FUTURE Foundation Design Challenge
The FUTURE Foundation exists to advance robotics and technology through education. One of the most promising areas in robotics engineering for the next generation will be in using robotics for entertainment and amusement. The FUTURE Challenge for 2011 is to design and build a robot or robotic machine using VEX components that entertains and/or amuses. Your robot may either be an entertaining machine itself or it can be a working scale VEX prototype of a larger machine. An elegant and entertaining engineering solution demonstrated using VEX is the goal of this challenge.
- 1st: 2011 FUTURE Foundation Design Challenge Award, $750 vexrobotics.com gift certificate, automatic team qualification for the 2011 VRC World Championship (if part of a registered VRC team)
- 2nd: $500 vexrobotics.com gift certificate
- 3rd: $250 vexrobotics.com gift certificate
- All machines entered into this contest must use VEX structural components and either PIC or Cortex controllers. Any decorative elements can be of any material of the entrant's choosing. A limited amount of non-VEX material such as tape, non-VEX wire ties, lighting, and sound components may also be used. Non-VEX low-voltage power sources may be used for decorative elements and sound. The intent is to build a VEX robot that entertains or amuses, so only use non-VEX parts when no VEX part will work for the purpose. All motors, sensors, pneumatics, major structural components and computers/controllers used must be VEX.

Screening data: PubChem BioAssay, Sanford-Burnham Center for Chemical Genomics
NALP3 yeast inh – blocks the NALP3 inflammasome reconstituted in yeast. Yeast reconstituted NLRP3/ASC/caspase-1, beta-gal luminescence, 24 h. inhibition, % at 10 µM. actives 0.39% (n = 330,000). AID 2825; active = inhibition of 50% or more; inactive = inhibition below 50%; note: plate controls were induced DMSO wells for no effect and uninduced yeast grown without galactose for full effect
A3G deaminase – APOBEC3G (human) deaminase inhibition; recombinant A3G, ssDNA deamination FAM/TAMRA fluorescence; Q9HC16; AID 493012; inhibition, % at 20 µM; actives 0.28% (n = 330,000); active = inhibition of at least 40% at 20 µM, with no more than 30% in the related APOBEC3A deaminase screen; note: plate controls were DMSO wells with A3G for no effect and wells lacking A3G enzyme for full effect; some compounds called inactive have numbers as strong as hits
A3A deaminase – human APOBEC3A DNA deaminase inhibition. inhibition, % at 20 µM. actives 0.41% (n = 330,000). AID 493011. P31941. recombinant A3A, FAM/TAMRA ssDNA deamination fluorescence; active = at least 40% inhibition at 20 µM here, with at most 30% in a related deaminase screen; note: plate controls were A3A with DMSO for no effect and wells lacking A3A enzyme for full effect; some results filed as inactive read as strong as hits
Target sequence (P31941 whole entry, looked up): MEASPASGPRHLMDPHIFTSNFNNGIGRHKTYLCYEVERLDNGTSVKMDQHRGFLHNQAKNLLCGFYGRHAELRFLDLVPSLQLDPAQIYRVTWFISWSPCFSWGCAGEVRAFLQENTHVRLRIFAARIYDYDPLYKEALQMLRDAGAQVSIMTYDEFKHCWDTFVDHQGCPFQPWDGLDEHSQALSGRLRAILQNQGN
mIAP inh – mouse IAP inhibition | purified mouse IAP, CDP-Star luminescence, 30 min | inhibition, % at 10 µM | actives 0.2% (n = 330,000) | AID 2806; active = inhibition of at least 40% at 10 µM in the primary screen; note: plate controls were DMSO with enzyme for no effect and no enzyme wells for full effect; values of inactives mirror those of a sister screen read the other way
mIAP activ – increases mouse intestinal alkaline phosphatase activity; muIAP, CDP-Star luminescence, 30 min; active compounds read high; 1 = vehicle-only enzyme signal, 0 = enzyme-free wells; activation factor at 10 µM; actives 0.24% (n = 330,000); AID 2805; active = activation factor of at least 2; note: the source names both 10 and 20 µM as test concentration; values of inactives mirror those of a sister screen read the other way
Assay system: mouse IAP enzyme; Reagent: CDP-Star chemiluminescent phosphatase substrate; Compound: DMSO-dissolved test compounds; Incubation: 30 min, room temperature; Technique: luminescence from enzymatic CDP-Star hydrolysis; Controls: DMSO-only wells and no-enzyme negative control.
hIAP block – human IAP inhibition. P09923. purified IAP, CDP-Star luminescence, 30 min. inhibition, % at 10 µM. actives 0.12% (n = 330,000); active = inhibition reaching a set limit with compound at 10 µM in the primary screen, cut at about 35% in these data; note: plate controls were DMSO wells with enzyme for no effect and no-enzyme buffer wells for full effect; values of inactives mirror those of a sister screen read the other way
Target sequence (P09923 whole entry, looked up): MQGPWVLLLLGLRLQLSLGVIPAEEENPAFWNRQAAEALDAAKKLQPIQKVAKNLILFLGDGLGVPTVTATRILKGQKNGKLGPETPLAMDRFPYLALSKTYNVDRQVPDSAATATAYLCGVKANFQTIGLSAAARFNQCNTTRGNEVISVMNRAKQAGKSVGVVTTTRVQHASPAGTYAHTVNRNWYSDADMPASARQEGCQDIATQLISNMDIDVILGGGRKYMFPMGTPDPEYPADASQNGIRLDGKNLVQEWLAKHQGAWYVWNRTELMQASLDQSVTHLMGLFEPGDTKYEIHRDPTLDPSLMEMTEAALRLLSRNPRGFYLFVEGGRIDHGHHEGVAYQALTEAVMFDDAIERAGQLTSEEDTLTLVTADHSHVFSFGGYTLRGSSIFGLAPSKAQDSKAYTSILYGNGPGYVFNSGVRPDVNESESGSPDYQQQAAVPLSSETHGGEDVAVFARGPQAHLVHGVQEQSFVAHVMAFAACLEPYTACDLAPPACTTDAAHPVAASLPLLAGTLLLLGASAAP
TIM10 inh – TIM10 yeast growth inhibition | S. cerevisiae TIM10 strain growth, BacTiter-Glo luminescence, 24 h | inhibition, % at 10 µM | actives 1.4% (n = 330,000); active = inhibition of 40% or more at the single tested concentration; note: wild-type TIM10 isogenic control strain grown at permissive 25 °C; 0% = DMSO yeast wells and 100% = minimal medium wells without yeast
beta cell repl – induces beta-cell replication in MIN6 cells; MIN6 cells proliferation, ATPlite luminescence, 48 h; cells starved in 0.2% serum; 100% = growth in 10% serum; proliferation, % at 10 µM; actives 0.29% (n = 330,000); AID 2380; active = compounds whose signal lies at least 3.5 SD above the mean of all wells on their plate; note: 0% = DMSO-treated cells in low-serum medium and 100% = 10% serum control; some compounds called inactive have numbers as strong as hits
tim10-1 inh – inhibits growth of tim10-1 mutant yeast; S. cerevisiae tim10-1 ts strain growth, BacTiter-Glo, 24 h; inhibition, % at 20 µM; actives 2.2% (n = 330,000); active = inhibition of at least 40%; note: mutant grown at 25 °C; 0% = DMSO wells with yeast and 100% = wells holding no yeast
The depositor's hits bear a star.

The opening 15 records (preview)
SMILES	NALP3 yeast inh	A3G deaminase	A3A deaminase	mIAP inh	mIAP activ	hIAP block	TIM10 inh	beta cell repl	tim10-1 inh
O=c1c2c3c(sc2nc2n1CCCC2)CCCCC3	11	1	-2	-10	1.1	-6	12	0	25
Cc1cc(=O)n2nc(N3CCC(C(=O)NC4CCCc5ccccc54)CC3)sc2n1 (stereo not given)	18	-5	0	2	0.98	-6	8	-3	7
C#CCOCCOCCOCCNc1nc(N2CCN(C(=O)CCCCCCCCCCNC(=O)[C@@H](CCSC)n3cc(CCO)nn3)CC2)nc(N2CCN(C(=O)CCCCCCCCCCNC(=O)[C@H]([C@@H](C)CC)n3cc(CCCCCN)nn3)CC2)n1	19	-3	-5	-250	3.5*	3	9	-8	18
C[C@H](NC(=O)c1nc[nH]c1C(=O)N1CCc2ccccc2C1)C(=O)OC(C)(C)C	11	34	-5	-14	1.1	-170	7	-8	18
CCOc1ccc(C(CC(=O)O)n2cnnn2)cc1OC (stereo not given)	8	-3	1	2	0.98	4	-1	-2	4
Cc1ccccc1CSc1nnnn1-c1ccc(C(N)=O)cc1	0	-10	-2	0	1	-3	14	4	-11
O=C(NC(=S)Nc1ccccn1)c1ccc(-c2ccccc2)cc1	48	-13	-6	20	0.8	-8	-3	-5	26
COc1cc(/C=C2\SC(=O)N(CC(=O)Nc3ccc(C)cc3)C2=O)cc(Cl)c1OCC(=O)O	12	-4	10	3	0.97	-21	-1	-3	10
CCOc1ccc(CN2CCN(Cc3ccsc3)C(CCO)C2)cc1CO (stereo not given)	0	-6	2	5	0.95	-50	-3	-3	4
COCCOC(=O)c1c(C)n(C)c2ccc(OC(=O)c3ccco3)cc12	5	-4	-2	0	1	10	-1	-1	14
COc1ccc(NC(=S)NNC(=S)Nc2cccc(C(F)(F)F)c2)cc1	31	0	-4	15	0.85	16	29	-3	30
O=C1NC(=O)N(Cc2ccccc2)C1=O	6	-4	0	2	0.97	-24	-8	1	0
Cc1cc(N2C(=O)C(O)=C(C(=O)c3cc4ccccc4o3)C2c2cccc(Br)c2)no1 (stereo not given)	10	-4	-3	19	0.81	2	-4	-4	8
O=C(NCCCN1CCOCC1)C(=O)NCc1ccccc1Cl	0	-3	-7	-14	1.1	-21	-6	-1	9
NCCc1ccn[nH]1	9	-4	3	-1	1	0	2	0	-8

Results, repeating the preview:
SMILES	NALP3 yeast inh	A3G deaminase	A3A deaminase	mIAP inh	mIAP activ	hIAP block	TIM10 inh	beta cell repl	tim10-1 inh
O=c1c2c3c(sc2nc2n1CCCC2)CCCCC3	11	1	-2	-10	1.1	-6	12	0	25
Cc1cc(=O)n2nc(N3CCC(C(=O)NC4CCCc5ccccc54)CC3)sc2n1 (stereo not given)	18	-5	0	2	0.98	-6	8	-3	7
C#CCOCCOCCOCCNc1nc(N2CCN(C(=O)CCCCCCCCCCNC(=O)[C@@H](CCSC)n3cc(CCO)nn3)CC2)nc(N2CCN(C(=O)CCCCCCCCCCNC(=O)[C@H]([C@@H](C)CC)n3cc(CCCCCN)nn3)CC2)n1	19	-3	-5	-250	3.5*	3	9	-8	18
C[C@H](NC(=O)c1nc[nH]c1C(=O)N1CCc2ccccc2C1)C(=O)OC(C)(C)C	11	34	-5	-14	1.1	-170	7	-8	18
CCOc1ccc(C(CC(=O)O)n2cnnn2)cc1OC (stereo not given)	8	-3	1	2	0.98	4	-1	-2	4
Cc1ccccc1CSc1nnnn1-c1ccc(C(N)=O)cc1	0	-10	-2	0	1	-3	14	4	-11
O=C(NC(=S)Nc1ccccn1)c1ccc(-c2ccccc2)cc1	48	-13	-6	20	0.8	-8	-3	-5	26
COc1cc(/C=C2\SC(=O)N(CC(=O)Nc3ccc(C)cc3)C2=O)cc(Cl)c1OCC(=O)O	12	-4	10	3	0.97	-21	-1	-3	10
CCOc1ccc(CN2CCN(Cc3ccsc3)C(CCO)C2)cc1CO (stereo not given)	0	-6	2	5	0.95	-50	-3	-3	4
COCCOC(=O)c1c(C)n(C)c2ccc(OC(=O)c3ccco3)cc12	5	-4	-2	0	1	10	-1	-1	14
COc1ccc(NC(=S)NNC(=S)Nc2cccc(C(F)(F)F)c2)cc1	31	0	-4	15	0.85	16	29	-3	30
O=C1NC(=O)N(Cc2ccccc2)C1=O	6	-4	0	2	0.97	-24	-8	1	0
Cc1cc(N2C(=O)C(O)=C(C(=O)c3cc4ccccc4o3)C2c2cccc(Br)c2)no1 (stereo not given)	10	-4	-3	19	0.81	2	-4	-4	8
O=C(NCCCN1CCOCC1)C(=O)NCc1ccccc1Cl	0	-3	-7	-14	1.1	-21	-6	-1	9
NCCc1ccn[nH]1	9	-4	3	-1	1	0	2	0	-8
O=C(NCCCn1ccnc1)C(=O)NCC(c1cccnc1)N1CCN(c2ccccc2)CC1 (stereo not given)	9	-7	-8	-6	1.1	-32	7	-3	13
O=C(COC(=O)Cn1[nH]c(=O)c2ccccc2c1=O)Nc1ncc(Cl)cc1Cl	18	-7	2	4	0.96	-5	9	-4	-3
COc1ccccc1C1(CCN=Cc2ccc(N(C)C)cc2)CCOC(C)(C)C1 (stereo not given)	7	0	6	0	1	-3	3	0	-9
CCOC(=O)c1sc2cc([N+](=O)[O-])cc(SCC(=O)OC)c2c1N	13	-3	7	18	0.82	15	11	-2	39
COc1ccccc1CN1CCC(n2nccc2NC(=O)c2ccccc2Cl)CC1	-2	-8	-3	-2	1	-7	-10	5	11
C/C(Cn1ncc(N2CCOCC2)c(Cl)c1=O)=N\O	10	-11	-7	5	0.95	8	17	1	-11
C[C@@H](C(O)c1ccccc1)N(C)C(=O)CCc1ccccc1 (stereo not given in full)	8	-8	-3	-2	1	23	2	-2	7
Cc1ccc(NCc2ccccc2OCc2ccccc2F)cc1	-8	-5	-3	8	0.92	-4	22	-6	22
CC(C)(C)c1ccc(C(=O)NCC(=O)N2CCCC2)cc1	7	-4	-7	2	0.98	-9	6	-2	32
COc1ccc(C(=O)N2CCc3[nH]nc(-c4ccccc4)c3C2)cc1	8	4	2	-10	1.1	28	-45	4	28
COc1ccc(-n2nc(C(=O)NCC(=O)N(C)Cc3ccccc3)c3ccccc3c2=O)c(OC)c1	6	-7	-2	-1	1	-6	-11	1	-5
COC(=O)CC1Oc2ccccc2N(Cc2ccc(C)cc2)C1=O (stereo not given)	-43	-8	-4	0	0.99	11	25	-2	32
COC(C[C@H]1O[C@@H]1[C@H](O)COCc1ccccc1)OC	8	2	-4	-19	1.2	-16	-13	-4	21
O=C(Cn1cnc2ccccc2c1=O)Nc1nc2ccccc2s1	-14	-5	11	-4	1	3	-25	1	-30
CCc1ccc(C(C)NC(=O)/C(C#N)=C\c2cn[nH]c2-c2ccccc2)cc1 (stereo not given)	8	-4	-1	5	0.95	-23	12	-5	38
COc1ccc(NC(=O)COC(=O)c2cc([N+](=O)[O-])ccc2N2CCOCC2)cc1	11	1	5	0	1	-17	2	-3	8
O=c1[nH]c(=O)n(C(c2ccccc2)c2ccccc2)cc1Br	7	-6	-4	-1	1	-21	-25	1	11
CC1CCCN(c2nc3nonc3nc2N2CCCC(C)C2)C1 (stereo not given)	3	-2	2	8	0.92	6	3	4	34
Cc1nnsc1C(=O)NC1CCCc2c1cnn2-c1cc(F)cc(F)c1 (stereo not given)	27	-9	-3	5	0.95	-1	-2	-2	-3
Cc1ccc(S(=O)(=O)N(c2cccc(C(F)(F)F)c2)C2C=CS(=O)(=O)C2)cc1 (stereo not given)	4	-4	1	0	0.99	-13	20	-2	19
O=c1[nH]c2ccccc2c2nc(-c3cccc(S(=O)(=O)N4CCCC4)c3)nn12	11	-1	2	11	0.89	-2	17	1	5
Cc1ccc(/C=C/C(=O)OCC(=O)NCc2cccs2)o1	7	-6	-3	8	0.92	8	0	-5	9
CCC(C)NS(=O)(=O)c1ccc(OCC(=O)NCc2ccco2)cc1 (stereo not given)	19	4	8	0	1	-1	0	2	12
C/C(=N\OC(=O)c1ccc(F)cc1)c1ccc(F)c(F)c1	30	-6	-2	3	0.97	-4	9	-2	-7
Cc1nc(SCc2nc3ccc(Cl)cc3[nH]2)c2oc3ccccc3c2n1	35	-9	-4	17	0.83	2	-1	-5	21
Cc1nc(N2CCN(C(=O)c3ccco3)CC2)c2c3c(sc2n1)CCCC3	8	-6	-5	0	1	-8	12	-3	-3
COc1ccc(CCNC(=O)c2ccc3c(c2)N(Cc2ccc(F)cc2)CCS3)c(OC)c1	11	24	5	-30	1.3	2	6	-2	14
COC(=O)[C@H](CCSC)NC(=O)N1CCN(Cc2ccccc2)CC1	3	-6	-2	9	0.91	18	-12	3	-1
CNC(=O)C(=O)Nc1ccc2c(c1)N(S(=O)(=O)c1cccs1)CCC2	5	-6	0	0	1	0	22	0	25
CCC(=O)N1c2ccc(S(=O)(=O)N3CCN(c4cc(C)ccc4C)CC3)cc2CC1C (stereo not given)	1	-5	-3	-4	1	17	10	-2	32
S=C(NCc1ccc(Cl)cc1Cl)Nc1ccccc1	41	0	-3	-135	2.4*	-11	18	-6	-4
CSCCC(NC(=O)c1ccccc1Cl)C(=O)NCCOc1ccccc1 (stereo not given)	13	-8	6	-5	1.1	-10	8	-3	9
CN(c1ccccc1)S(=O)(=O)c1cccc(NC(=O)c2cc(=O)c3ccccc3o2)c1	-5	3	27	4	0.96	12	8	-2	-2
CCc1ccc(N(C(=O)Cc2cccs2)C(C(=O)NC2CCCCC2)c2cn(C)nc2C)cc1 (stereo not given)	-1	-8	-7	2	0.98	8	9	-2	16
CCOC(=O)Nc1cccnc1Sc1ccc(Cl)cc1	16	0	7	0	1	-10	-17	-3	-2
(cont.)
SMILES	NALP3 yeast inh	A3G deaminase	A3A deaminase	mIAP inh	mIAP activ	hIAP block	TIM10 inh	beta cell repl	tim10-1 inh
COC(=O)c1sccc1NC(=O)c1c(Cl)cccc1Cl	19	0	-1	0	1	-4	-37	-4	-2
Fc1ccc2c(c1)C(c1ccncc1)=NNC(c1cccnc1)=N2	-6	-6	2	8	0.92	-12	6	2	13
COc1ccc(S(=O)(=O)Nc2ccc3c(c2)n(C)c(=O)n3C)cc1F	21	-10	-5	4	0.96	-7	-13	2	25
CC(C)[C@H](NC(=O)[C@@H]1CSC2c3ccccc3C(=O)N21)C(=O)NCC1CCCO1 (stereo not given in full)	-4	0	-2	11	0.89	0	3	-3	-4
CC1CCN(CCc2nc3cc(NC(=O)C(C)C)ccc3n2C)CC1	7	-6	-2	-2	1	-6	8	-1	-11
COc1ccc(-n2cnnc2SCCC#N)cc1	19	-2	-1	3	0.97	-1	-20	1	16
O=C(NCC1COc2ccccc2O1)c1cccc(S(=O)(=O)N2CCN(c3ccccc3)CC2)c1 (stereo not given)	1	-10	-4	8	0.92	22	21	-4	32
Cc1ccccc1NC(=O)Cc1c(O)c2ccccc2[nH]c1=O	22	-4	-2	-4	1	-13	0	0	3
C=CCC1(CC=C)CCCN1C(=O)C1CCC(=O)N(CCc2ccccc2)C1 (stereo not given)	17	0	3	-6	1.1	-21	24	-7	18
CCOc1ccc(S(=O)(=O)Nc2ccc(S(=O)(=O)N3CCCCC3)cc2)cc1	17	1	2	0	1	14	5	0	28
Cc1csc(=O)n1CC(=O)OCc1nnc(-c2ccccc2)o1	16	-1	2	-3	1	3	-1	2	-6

- This contest is open to students anywhere in the world currently participating on an official VEX Robotics Competition team and registered in an education institution at the middle school, high school or college/university level.
- No team may submit more than one entry. Each team in a multi-team school or club program may enter this competition. Entries may represent a single team or multiple teams from the same school or club.
- Designs submitted in previous Online Challenges are not eligible for submission this year.
- Produce four images showing the completed machine from front, back, side, and top. Other angles are welcome, but not mandatory.
- Create a video of the robot in action posted to YouTube, not more than 90 seconds in length. After your 90 seconds of video demonstrating the robot, you may have up to fifteen 15 seconds of credits. The credits must be at the end, not the beginning of the video.
- Write a document of up to 500 words describing your robot and what it does in either Microsoft Word or PDF.
- 35 Points: The video clearly shows the robot in action, and shows how it achieves the goals laid out in the written description.
- 20 Points: The degree to which the robot or robotic machine achieves the goal of being entertaining or amusing.
- 20 Points: Written description is clear and informative
- 15 Points: The robot or robotic machine is well made and functional.
- 10 Points: Is the robot safe in use?